Mustafi was playing out of position at right-back and looked uncomfortable throughout, at one point miscontrolling the ball under little pressure and then clumsily pole-axing Danny Rose in an attempt to compensate. Laurent Kosicelny and Sokratis Papastathopoulos played well in the centre, but at 33 and 30 respectively, it is difficult to believe this is Arsenal's long-term solution at the back.

While Arsenal had problems at both ends, Spurs' issue was in the centre of midfield. After going behind, they found themselves dominating possession, but moved the ball slowly and predictably in midfield. Not enough was made of their wing-backs' freedom and play was rarely switched into the acres of space down the flanks.

The absence of Harry Winks particularly obvious; Victor Wanyama and Moussa Sissoko lacked his coolness in possession, which left Jan Vertonghen as Spurs' chief distributor, playing straight balls in behind for Rose, or excellent long diagonals to Kieran Trippier. At times, Vertonghen appears Spurs' best centre-back, best left-back and best deep-lying playmaker!

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The home side's other failure for long periods of the first half was their inability to get a midfielder in behind Kane and Son Heung-min, who were occupying Arsenal's centre-backs and dragging them into wider positions. This created a gap for a runner to exploit; Dele Alli, still out injured, would have loved such a situation.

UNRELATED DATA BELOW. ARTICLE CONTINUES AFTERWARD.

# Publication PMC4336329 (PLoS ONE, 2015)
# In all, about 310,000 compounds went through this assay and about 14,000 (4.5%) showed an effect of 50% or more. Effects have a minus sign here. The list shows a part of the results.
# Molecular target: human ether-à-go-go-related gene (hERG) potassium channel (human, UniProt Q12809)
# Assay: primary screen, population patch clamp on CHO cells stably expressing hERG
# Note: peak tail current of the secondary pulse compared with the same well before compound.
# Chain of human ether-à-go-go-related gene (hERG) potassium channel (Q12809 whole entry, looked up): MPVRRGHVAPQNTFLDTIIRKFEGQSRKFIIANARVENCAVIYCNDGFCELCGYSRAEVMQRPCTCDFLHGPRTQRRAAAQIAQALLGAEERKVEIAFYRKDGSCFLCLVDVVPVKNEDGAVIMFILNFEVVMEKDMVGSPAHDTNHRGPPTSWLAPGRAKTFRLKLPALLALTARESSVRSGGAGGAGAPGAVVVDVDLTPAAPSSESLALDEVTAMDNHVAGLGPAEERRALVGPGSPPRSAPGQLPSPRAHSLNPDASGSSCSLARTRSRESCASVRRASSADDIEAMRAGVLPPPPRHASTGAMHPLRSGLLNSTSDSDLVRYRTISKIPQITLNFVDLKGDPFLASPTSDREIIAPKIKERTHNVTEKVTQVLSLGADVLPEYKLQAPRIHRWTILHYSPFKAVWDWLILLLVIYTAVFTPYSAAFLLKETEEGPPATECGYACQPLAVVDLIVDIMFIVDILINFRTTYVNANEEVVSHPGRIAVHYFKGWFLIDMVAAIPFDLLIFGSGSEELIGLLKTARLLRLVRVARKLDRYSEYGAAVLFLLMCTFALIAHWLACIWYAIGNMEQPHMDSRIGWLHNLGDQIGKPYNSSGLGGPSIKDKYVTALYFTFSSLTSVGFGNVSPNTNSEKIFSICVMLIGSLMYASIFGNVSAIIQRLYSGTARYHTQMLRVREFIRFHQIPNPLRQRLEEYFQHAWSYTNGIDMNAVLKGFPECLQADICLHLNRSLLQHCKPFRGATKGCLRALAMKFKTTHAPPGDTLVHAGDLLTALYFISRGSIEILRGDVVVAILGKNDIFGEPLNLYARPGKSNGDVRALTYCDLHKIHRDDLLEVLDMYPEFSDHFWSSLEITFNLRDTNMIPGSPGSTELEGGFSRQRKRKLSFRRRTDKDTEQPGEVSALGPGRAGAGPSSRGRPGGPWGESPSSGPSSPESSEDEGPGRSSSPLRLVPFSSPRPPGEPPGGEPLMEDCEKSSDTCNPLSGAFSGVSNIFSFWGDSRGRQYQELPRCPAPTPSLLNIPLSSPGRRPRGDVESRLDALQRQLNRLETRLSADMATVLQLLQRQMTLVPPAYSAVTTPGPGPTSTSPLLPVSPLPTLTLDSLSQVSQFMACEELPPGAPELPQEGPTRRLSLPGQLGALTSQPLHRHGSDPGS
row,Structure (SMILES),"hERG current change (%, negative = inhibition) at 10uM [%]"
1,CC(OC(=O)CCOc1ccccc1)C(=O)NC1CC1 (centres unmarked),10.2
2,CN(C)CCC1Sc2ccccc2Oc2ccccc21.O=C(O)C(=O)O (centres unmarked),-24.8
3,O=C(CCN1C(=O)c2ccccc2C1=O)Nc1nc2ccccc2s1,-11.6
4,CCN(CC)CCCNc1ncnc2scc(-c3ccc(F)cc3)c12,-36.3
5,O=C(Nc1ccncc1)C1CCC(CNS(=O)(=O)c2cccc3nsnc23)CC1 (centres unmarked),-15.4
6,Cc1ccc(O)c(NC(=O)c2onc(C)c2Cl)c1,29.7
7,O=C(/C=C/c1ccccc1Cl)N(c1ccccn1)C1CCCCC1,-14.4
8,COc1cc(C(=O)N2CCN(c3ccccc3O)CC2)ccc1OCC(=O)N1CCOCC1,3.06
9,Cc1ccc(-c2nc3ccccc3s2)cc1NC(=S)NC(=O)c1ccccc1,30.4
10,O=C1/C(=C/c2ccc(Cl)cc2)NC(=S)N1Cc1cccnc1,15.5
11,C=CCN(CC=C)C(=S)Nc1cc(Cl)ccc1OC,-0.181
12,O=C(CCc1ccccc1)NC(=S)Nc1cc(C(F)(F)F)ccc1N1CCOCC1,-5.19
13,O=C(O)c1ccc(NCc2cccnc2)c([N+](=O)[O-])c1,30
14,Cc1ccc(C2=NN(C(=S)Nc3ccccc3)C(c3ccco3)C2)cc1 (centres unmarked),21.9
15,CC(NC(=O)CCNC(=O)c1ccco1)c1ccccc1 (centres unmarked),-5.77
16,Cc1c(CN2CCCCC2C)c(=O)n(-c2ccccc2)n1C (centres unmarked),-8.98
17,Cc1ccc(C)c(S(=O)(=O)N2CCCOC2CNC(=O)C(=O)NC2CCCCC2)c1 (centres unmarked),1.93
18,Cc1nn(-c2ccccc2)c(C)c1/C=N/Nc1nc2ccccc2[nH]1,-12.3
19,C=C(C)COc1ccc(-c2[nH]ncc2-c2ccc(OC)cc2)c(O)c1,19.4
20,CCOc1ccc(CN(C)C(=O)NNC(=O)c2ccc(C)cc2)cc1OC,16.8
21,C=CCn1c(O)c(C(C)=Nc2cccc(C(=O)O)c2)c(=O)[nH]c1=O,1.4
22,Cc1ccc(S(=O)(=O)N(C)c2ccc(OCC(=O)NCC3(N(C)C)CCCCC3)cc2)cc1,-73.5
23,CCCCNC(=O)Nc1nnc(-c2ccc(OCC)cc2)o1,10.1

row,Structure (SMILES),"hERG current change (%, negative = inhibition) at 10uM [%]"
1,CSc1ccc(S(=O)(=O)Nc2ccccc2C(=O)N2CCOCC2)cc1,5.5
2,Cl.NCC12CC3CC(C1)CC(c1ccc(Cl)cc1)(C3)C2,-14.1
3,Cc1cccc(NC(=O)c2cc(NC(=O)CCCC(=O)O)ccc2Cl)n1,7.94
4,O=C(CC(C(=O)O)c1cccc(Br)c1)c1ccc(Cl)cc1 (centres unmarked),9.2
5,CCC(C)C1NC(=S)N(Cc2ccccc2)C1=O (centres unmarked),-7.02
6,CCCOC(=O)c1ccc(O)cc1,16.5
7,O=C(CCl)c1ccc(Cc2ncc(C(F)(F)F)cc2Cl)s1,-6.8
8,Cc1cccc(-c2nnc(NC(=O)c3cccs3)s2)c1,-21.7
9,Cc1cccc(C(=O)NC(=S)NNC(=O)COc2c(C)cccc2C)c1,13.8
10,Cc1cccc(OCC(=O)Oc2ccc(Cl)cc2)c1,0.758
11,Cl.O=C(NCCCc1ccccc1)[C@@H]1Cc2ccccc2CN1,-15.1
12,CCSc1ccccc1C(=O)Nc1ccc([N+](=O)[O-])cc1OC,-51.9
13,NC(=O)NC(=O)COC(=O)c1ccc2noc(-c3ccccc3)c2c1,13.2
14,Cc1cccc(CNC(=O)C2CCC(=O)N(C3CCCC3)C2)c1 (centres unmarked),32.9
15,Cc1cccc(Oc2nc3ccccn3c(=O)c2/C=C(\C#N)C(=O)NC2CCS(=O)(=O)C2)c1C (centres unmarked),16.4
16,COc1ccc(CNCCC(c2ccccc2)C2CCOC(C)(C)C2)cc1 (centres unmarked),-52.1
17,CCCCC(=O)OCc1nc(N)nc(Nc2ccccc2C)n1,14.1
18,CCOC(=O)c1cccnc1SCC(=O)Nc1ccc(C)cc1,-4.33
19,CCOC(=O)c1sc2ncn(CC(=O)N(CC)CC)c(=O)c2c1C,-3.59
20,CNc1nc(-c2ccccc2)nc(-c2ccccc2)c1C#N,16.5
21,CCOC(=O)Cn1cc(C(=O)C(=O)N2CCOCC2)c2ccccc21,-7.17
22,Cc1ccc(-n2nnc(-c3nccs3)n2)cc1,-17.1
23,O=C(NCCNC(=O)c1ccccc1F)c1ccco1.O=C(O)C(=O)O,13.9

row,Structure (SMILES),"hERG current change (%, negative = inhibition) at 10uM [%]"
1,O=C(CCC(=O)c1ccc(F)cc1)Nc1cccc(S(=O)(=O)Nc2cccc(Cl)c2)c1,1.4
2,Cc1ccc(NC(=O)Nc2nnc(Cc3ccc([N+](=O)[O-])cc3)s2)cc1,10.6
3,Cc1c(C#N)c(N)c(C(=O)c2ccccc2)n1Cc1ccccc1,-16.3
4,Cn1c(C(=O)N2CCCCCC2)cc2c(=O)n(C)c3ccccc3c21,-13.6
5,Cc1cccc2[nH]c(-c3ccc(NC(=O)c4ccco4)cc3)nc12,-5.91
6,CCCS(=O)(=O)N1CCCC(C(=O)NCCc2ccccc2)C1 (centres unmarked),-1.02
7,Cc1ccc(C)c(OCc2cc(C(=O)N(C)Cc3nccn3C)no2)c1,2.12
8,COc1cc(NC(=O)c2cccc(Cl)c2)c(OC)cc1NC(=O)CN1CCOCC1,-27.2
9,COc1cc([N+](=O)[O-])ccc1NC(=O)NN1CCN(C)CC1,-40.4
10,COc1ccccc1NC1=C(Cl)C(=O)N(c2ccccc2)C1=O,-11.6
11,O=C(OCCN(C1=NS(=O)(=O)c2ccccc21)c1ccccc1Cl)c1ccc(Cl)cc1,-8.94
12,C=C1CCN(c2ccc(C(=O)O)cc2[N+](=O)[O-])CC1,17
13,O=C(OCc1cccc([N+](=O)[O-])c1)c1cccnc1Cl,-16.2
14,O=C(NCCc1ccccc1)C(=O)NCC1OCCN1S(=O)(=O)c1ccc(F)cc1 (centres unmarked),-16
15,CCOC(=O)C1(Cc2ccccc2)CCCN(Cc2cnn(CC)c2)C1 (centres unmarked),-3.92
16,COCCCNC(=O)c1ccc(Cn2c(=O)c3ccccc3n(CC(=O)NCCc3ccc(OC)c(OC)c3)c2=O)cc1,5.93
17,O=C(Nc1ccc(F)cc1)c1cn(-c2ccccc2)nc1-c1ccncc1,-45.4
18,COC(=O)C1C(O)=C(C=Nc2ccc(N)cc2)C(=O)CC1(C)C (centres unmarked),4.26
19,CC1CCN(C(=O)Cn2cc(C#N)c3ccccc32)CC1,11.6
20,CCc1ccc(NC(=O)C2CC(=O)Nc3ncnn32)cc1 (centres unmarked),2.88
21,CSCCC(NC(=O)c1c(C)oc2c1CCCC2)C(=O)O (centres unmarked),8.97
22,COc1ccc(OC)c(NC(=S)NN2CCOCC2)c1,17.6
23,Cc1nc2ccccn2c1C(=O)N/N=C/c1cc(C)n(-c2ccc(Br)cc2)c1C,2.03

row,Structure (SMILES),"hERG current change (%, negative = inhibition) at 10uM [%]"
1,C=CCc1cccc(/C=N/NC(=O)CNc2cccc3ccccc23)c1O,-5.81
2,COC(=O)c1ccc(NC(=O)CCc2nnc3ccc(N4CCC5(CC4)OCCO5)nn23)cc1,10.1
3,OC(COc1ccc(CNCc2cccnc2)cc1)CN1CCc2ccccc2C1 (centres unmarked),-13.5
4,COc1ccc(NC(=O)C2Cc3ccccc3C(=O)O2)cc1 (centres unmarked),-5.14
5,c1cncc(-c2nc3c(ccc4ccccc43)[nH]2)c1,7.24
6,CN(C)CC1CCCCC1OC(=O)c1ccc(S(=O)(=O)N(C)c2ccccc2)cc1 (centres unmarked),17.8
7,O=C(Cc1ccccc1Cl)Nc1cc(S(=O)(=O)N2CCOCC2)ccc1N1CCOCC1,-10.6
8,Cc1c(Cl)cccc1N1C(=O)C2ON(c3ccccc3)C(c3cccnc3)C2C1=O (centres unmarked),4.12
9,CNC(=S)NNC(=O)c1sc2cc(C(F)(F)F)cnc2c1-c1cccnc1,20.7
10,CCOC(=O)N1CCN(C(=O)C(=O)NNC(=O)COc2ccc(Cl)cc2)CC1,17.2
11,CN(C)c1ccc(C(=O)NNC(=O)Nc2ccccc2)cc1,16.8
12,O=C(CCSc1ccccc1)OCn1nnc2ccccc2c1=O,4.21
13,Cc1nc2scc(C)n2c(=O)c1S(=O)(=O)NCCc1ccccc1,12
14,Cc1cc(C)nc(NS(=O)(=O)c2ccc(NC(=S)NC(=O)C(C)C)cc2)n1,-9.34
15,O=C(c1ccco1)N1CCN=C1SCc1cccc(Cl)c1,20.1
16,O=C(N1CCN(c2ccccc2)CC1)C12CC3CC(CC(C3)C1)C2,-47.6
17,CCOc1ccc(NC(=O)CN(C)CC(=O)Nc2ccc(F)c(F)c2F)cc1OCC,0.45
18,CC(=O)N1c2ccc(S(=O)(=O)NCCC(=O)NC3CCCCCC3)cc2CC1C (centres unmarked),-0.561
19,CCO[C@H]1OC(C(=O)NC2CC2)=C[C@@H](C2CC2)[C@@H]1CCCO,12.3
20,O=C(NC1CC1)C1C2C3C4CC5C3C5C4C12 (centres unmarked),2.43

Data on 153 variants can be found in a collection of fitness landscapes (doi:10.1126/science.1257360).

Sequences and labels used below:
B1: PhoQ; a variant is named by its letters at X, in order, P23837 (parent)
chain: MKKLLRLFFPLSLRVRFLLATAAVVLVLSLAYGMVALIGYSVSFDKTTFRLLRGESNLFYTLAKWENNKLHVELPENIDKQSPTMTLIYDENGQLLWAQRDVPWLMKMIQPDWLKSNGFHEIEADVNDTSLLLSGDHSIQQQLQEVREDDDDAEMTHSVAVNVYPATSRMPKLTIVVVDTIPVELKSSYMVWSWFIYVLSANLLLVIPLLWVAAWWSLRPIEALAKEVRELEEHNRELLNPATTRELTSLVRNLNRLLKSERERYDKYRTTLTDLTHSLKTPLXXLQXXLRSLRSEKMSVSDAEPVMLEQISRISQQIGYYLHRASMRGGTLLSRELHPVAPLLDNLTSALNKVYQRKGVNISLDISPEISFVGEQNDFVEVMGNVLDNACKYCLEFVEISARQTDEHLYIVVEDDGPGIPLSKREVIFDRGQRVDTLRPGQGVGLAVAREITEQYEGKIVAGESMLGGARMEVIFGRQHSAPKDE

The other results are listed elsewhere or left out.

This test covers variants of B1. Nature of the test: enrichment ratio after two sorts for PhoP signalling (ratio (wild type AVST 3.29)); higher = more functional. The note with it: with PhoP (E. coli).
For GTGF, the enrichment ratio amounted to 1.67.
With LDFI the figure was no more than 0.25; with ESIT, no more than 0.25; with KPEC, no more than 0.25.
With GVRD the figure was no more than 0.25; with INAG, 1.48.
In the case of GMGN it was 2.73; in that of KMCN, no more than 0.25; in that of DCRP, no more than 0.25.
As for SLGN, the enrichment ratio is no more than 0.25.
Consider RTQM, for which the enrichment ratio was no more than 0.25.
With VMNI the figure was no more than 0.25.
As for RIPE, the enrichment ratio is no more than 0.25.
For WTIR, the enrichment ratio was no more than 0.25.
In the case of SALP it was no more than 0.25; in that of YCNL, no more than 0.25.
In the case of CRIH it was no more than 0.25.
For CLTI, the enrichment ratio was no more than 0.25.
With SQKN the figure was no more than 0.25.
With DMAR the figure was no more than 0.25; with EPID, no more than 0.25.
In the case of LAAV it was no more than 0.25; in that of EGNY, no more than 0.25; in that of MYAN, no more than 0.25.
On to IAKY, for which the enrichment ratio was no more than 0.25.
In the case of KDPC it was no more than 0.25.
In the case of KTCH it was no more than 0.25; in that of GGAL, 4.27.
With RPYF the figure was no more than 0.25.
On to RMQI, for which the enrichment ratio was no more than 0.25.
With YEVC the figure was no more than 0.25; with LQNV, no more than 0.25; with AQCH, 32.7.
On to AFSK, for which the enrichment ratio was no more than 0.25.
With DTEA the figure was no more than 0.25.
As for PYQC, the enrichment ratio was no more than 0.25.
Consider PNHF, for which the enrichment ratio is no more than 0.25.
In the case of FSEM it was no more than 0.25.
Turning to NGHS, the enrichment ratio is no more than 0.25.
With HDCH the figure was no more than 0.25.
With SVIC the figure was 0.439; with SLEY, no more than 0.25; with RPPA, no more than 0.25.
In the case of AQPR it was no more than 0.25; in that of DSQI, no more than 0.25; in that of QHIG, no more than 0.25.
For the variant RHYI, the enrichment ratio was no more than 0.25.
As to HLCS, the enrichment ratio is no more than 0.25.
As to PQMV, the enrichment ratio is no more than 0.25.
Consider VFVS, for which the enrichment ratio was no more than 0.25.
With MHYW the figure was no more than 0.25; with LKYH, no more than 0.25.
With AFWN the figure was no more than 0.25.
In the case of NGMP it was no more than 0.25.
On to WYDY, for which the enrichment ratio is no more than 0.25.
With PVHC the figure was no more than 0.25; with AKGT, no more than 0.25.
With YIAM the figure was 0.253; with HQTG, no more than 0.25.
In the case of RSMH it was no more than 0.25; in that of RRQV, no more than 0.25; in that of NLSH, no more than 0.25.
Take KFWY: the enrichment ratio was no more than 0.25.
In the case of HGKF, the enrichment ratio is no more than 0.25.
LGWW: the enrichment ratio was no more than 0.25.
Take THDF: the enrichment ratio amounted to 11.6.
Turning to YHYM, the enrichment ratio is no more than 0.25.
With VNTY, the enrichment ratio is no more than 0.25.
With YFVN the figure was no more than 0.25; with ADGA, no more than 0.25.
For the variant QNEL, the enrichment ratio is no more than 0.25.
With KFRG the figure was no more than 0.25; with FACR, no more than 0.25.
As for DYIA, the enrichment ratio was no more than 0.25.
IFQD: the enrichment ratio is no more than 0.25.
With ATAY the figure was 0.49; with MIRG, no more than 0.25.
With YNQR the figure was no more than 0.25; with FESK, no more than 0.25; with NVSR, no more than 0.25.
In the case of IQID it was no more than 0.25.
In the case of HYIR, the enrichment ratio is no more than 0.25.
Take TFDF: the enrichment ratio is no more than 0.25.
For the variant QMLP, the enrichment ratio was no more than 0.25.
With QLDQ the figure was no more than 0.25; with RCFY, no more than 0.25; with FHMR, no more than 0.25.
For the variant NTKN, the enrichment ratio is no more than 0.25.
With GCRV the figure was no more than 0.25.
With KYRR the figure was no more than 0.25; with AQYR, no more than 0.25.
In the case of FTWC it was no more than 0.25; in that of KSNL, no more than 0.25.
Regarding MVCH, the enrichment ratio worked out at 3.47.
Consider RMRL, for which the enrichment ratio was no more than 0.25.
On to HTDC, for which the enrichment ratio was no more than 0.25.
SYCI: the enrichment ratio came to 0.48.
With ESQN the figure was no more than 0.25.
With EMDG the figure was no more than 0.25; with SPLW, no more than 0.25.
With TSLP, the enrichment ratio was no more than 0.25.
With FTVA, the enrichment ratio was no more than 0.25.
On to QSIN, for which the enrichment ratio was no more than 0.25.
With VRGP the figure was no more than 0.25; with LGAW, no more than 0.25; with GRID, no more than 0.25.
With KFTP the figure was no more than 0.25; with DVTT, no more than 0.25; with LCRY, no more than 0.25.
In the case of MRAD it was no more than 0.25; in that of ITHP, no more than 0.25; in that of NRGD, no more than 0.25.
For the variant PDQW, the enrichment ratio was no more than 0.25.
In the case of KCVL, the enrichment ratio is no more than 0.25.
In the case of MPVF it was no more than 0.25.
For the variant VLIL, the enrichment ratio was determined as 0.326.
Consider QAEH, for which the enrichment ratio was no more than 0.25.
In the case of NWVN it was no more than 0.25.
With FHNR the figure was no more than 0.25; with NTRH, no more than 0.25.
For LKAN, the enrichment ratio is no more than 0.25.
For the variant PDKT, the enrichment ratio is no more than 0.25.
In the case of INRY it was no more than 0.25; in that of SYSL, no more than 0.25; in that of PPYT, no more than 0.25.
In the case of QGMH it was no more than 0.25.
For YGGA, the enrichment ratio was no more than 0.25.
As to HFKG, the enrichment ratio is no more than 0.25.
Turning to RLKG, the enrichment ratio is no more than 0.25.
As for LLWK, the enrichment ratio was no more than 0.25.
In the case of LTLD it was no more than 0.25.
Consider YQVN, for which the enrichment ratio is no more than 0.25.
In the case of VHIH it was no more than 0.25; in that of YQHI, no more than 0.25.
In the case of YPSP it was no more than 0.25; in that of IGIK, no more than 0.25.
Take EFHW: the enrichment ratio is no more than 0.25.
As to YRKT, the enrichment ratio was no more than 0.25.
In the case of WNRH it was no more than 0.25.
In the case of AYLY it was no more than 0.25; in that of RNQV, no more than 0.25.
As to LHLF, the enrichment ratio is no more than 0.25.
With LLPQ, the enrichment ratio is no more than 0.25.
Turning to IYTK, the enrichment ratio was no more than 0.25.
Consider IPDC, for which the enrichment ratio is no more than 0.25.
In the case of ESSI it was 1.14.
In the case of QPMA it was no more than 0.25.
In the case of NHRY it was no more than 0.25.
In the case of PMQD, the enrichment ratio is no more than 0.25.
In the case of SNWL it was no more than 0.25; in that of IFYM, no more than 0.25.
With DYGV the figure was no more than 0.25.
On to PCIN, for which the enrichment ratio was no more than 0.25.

But it took until the final five minutes of the opening period for Christian Eriksen, playing as a No. 10, to take the opportunity. From Kane's chip into his path, Eriksen's effort forced Bernd Leno into a good save, before the German goalkeeper immediately sprung up to thwart Sissoko's follow-up with an outstanding, instinctive left-handed stop.

Spurs improved after half-time. Eriksen moved deeper and Erik Lamela, who replaced the evidently unfit Wanyama, injected extra energy into the final third. Mauricio Pochettino's side merited their equaliser, although as the manager tinkered with his team in the latter stages, eventually moving to a 4-4-2, they found themselves with Rose playing alongside Sissoko in midfield.

Although Rose has been used in that position before -- a brief cameo against Real Madrid -- he was clearly unsuited to the role. Twice he dribbled determinedly into a crowd of Arsenal players, thumped a long diagonal out of play, and ended the game being absolutely flattened by a Torreira challenge that brought a straight red card for the Arsenal substitute.

After the game, Pochettino attempted to explain that Rose has the technical qualities to play in midfield, but also acknowledged he lacked the familiarity of receiving the ball in central positions and effectively conceded Spurs simply did not have anyone else to play there, with Eric Dier also out and Mousa Dembele not having been adequately replaced since he started to decline around 18 months ago.

Pochettino also claimed Spurs "were better in every respect" and suggested it was "a fantastic game, an exciting game, with two sides wanting to play," but that seemed an odd analysis. Instead, it felt like a very fair draw between two sides unable to play their A-game and who, instead, are more concerned with patching up problem areas.